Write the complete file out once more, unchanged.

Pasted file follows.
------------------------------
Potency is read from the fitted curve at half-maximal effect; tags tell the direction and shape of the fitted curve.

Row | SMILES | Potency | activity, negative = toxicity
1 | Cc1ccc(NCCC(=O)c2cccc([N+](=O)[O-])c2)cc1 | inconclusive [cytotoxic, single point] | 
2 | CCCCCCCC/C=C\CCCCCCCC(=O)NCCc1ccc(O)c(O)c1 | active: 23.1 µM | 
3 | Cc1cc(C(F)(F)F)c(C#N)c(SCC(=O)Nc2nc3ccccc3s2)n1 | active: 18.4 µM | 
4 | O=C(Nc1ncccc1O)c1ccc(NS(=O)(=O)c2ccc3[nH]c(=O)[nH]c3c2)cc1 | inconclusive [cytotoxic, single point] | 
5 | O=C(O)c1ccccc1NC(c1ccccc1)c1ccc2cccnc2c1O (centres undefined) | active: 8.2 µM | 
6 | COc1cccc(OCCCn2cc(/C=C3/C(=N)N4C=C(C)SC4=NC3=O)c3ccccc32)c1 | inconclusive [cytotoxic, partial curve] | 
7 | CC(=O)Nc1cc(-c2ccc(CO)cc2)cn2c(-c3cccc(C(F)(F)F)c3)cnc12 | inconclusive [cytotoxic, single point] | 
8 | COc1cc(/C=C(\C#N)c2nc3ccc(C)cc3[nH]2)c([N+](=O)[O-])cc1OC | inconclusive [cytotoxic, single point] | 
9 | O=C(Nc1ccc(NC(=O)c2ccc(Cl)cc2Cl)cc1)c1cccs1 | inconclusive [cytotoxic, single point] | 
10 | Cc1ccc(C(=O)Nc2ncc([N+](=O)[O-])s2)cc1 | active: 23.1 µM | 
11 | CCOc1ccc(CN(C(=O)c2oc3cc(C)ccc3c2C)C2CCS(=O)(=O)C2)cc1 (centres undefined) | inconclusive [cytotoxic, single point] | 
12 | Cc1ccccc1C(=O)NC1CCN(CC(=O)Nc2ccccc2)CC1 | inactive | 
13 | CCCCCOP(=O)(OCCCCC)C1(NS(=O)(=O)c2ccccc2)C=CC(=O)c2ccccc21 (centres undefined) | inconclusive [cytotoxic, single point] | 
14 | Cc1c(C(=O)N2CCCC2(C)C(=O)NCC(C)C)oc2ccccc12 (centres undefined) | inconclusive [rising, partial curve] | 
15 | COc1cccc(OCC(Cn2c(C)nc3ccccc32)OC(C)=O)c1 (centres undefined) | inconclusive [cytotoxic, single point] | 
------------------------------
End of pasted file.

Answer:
Potency is read from the fitted curve at half-maximal effect; tags tell the direction and shape of the fitted curve.

Row | SMILES | Potency | activity, negative = toxicity
1 | Cc1ccc(NCCC(=O)c2cccc([N+](=O)[O-])c2)cc1 | inconclusive [cytotoxic, single point] | 
2 | CCCCCCCC/C=C\CCCCCCCC(=O)NCCc1ccc(O)c(O)c1 | active: 23.1 µM | 
3 | Cc1cc(C(F)(F)F)c(C#N)c(SCC(=O)Nc2nc3ccccc3s2)n1 | active: 18.4 µM | 
4 | O=C(Nc1ncccc1O)c1ccc(NS(=O)(=O)c2ccc3[nH]c(=O)[nH]c3c2)cc1 | inconclusive [cytotoxic, single point] | 
5 | O=C(O)c1ccccc1NC(c1ccccc1)c1ccc2cccnc2c1O (centres undefined) | active: 8.2 µM | 
6 | COc1cccc(OCCCn2cc(/C=C3/C(=N)N4C=C(C)SC4=NC3=O)c3ccccc32)c1 | inconclusive [cytotoxic, partial curve] | 
7 | CC(=O)Nc1cc(-c2ccc(CO)cc2)cn2c(-c3cccc(C(F)(F)F)c3)cnc12 | inconclusive [cytotoxic, single point] | 
8 | COc1cc(/C=C(\C#N)c2nc3ccc(C)cc3[nH]2)c([N+](=O)[O-])cc1OC | inconclusive [cytotoxic, single point] | 
9 | O=C(Nc1ccc(NC(=O)c2ccc(Cl)cc2Cl)cc1)c1cccs1 | inconclusive [cytotoxic, single point] | 
10 | Cc1ccc(C(=O)Nc2ncc([N+](=O)[O-])s2)cc1 | active: 23.1 µM | 
11 | CCOc1ccc(CN(C(=O)c2oc3cc(C)ccc3c2C)C2CCS(=O)(=O)C2)cc1 (centres undefined) | inconclusive [cytotoxic, single point] | 
12 | Cc1ccccc1C(=O)NC1CCN(CC(=O)Nc2ccccc2)CC1 | inactive | 
13 | CCCCCOP(=O)(OCCCCC)C1(NS(=O)(=O)c2ccccc2)C=CC(=O)c2ccccc21 (centres undefined) | inconclusive [cytotoxic, single point] | 
14 | Cc1c(C(=O)N2CCCC2(C)C(=O)NCC(C)C)oc2ccccc12 (centres undefined) | inconclusive [rising, partial curve] | 
15 | COc1cccc(OCC(Cn2c(C)nc3ccccc32)OC(C)=O)c1 (centres undefined) | inconclusive [cytotoxic, single point] | 